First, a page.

“Smartphone use significantly increases women’s decision-making power,” said Huazhong University of Science and Technology researcher Yuwen Zhou at a presentation she delivered at the Virtual Conference on Rural Agricultural Development in the Digital Age, hosted by the Asian Development Bank Institute. “Compared with non-users, smartphone users are more empowered in nine indicators like agriculture input decisions, agricultural daily decisions, [and] we can see that on average smartphone users are more likely to join off-farm employment and longer off-farm employment.” But it only works if women have access to these devices in the first place—in China they typically do, but in many parts of the world, smartphone users are disproportionately men.
Here is lesson number two: Smartphone apps can significantly improve gender equity. But pre-existing equity problems need to be addressed first, in particular the problem of women’s relative lack of access to smartphones in many parts of the world.
Wanted: simple applications for simple phones
Finally, experts are confident that smartphone apps can help smallholder farmers grow more food, either by teaching them tricks of the trade to help increase yields or by helping them save fields from calamities that may dramatically lower yields. Extension services delivered via smartphone apps are designed to do the former; weather alert apps or the forthcoming Tanzania disease detection app are designed to perform the latter function. However, these technologies must be relatively simple enough for the farmers to use.
One way to ensure this, experts say, is by enlisting the aid of smallholder farmers in the development process—asking them how they might best make use of such technologies and then designing them accordingly. Some scholars urge innovators to go further, developing versions of their apps that can be used on less sophisticated devices and by farmers who may not even be able to read.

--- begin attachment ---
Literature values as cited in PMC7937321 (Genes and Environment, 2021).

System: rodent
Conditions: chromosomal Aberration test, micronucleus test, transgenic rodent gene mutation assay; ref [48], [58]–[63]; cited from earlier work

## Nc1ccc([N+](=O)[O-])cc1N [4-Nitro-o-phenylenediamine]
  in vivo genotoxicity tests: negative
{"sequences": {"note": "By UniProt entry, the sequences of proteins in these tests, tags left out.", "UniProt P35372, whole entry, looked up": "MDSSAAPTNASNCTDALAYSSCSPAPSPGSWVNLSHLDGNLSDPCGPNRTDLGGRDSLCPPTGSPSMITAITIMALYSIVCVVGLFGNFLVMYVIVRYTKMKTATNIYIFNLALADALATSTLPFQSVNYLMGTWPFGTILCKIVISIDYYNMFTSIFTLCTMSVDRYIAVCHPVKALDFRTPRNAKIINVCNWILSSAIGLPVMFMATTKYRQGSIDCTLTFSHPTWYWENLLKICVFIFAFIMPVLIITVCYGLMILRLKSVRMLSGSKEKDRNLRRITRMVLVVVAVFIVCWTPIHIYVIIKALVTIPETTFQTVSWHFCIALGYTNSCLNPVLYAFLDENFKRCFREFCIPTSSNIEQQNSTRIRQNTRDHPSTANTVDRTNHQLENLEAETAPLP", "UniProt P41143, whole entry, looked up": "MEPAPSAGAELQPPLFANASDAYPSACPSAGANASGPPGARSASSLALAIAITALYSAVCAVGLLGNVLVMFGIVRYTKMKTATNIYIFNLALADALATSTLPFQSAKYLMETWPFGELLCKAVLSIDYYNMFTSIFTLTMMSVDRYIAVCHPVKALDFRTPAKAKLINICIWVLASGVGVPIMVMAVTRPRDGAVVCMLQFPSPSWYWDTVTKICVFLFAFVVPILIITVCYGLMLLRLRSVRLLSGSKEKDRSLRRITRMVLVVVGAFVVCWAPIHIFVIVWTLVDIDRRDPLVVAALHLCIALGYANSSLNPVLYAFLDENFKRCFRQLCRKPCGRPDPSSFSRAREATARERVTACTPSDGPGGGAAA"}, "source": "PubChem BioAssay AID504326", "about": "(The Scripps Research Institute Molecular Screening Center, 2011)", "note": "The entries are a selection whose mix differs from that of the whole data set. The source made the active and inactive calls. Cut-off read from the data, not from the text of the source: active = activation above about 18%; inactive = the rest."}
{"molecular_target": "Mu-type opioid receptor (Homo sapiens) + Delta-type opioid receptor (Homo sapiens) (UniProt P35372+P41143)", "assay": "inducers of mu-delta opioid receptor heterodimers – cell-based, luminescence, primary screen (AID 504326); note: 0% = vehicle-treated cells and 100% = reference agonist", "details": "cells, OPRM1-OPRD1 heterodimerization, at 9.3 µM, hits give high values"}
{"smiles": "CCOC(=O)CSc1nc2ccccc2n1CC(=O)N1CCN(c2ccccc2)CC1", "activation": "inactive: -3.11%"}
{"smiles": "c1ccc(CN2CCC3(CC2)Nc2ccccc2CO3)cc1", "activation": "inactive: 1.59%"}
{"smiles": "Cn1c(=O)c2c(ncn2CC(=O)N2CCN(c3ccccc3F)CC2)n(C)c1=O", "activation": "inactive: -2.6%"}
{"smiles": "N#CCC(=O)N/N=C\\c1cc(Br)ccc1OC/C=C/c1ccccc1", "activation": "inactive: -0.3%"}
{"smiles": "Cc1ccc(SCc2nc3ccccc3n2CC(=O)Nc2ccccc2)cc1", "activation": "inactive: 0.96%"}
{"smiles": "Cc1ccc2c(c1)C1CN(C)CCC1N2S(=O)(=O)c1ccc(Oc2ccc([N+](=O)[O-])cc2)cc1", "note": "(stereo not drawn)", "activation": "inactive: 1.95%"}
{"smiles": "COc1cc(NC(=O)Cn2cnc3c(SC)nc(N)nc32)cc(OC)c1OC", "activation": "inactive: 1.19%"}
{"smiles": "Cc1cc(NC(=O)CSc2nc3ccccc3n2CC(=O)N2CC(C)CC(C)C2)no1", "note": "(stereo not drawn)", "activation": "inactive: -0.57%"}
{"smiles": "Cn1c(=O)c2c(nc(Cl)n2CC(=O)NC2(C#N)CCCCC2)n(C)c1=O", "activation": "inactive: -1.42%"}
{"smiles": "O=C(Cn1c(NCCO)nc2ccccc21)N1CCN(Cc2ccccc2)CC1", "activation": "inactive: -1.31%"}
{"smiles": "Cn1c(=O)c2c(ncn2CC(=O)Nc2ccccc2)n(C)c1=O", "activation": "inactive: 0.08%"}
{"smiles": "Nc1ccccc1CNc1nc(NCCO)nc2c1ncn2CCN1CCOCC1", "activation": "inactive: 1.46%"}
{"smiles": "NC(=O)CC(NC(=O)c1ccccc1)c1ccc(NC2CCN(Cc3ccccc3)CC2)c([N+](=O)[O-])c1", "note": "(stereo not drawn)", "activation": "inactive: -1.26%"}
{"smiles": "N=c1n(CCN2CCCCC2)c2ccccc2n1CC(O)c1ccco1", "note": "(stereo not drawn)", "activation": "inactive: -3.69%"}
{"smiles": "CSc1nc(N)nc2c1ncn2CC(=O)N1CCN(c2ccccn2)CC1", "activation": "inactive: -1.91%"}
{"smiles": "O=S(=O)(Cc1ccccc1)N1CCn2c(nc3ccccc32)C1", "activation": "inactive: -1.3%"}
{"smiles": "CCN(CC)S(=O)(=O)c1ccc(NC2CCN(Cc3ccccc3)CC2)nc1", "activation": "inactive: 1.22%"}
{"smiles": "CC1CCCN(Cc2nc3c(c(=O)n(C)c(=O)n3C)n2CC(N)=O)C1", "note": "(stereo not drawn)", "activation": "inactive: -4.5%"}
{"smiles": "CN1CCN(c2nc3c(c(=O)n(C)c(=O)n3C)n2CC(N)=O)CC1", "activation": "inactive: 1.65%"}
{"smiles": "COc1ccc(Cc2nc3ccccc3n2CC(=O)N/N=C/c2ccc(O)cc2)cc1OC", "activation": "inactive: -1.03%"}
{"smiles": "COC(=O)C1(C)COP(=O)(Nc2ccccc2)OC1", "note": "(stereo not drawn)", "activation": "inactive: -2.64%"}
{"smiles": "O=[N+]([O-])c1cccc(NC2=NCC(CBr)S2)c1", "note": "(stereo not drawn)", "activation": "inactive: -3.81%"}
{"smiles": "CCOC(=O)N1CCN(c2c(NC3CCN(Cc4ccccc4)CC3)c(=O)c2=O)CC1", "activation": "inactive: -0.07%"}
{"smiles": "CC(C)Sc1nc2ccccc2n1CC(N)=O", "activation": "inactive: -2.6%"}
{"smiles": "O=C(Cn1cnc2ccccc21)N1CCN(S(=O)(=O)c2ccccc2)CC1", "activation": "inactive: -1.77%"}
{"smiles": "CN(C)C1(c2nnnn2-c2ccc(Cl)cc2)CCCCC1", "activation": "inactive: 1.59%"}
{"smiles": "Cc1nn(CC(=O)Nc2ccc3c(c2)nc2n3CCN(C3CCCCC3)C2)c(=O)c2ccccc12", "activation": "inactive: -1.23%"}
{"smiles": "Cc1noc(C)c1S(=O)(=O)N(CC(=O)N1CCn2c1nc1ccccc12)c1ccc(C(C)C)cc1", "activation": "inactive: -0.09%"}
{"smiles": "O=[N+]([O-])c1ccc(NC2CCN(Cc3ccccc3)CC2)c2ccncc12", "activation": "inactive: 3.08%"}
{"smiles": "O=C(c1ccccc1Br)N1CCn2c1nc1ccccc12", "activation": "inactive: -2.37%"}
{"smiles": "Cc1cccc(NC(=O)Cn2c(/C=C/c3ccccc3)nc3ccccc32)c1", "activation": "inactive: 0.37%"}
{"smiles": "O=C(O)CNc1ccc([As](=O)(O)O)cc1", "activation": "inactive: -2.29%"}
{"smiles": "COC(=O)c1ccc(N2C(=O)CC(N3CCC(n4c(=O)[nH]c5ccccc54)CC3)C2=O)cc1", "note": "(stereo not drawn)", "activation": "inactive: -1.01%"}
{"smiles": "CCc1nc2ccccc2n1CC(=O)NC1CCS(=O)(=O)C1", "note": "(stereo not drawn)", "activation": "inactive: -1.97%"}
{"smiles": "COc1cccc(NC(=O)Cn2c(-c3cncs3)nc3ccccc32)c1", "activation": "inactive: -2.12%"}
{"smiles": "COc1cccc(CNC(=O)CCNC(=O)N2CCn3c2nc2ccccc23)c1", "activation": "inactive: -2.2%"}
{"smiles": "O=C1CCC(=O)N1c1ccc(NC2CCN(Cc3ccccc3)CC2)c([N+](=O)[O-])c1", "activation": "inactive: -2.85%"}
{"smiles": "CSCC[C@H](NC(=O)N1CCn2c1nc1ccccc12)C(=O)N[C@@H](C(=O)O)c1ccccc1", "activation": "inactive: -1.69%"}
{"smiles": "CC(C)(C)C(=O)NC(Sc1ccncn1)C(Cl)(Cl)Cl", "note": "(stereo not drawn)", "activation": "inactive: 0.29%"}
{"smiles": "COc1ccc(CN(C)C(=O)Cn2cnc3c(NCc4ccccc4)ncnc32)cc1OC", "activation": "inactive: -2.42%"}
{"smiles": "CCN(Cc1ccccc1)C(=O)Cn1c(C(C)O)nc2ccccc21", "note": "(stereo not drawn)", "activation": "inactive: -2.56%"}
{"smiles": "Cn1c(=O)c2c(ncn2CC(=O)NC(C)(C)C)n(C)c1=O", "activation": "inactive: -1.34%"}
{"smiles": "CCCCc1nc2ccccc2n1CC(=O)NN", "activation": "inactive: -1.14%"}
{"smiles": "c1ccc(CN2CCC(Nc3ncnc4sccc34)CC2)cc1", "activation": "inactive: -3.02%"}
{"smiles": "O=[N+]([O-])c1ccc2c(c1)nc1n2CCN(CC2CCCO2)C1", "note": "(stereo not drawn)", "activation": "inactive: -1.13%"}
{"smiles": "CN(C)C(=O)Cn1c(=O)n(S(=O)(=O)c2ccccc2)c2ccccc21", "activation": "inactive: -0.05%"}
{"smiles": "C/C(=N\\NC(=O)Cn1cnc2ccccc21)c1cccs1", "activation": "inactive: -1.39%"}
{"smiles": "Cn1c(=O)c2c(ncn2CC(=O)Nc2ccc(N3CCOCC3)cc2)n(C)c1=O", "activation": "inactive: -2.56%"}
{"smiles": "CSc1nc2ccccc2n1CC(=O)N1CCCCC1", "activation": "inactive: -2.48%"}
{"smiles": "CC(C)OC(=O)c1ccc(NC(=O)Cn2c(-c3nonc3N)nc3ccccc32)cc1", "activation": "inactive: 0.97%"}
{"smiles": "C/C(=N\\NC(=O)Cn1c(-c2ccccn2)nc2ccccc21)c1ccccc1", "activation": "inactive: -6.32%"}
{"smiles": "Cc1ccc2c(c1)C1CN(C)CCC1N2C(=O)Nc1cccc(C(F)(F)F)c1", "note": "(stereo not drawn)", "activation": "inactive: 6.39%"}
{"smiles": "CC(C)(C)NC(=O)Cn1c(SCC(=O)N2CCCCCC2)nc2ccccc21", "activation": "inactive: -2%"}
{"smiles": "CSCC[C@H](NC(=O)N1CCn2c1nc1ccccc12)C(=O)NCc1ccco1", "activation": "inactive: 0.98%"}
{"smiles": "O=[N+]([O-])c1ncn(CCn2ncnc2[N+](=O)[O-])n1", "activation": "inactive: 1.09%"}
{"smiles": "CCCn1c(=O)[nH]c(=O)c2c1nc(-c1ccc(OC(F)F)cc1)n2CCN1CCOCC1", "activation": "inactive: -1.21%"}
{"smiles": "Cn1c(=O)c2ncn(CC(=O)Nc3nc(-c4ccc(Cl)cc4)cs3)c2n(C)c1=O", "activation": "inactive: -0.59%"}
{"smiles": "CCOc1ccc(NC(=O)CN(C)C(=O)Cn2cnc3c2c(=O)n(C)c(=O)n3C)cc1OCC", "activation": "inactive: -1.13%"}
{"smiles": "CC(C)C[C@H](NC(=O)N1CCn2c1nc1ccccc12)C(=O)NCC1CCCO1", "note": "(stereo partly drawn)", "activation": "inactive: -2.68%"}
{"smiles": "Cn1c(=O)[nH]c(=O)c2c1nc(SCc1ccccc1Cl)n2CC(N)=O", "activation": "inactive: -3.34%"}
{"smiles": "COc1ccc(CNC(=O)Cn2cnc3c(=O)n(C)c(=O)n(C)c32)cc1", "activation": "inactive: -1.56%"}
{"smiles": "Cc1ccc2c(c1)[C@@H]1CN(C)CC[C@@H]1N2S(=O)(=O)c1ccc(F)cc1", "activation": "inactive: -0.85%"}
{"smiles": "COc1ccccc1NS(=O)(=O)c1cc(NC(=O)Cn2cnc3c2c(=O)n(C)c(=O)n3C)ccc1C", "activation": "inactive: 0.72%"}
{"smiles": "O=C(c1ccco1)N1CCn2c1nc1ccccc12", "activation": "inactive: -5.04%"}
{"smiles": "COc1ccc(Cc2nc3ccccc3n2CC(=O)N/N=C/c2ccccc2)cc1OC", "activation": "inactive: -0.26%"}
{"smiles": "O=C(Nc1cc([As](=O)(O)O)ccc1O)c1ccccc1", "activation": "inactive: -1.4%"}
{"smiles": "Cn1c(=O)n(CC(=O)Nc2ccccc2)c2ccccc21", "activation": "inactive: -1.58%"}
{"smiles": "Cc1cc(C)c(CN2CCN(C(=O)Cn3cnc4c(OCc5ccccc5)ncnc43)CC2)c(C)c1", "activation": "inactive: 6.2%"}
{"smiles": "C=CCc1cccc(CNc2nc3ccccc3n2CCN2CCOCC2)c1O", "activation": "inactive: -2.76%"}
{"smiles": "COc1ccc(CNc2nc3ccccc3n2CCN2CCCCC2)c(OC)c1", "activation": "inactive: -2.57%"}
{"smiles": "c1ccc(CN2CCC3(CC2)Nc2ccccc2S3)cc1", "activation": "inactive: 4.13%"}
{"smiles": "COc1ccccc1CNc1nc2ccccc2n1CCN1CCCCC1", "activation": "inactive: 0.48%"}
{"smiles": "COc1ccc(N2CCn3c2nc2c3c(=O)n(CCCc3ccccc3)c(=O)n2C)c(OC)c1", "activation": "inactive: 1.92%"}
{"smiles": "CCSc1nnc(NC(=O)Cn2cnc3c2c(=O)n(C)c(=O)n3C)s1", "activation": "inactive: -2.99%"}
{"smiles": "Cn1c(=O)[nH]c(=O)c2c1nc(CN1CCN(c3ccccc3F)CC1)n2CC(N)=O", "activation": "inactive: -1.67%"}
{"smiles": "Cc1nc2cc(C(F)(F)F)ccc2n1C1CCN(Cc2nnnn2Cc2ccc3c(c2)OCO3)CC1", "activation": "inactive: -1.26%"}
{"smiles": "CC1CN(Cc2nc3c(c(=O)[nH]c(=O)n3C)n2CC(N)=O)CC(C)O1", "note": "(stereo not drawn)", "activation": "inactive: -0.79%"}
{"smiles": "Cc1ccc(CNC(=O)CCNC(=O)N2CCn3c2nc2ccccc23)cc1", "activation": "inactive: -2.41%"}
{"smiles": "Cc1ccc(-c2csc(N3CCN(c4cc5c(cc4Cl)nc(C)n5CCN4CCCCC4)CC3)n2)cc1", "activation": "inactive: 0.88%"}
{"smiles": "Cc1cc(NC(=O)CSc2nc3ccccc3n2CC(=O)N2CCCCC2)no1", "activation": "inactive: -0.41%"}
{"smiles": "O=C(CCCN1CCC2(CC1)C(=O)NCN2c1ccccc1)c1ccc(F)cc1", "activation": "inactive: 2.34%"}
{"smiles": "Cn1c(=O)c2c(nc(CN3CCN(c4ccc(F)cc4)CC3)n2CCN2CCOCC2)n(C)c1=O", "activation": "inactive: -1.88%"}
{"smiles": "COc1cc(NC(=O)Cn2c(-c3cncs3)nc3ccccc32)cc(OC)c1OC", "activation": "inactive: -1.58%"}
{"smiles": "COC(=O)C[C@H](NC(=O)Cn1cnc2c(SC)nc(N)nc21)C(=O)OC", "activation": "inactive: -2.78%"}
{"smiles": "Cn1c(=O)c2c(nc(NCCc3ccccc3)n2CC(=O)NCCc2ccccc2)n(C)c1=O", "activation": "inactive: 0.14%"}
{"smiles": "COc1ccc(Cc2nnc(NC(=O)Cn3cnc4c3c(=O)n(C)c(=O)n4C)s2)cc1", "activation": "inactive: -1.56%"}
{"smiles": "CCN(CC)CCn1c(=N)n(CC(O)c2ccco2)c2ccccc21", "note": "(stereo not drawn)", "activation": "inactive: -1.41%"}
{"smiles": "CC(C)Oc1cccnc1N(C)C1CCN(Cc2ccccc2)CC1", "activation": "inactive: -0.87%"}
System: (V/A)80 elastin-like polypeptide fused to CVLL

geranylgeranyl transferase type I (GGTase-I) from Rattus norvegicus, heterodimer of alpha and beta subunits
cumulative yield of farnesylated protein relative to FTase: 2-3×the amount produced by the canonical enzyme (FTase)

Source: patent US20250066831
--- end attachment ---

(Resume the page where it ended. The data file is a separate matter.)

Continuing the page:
Speaking at the same AIDB-hosted virtual conference, Professor Michael Kremer of the Development Innovation Lab at the University of Chicago drove this point home. Yes, smartphones are commonly found in rural smallholder communities, he agreed, but not every farmer in these communities owns iPhones, Android devices, or other multi-function smartphones. “In many countries, the majority of farmers have access to phones and at least to basic text and voice messages,” Kermer noted. “Probably making these [apps] available free of charge will improve access for low-income farmers. Another element is trying to make sure that this is available through basic phones rather than only smartphones.”
Here is perhaps a third important lesson for ag app developers: keep it simple, and your innovation should find an eager user base over time.
— Grow Further
Photo credit: A prototype of the app under development at NM-AIST. True Vision Productions.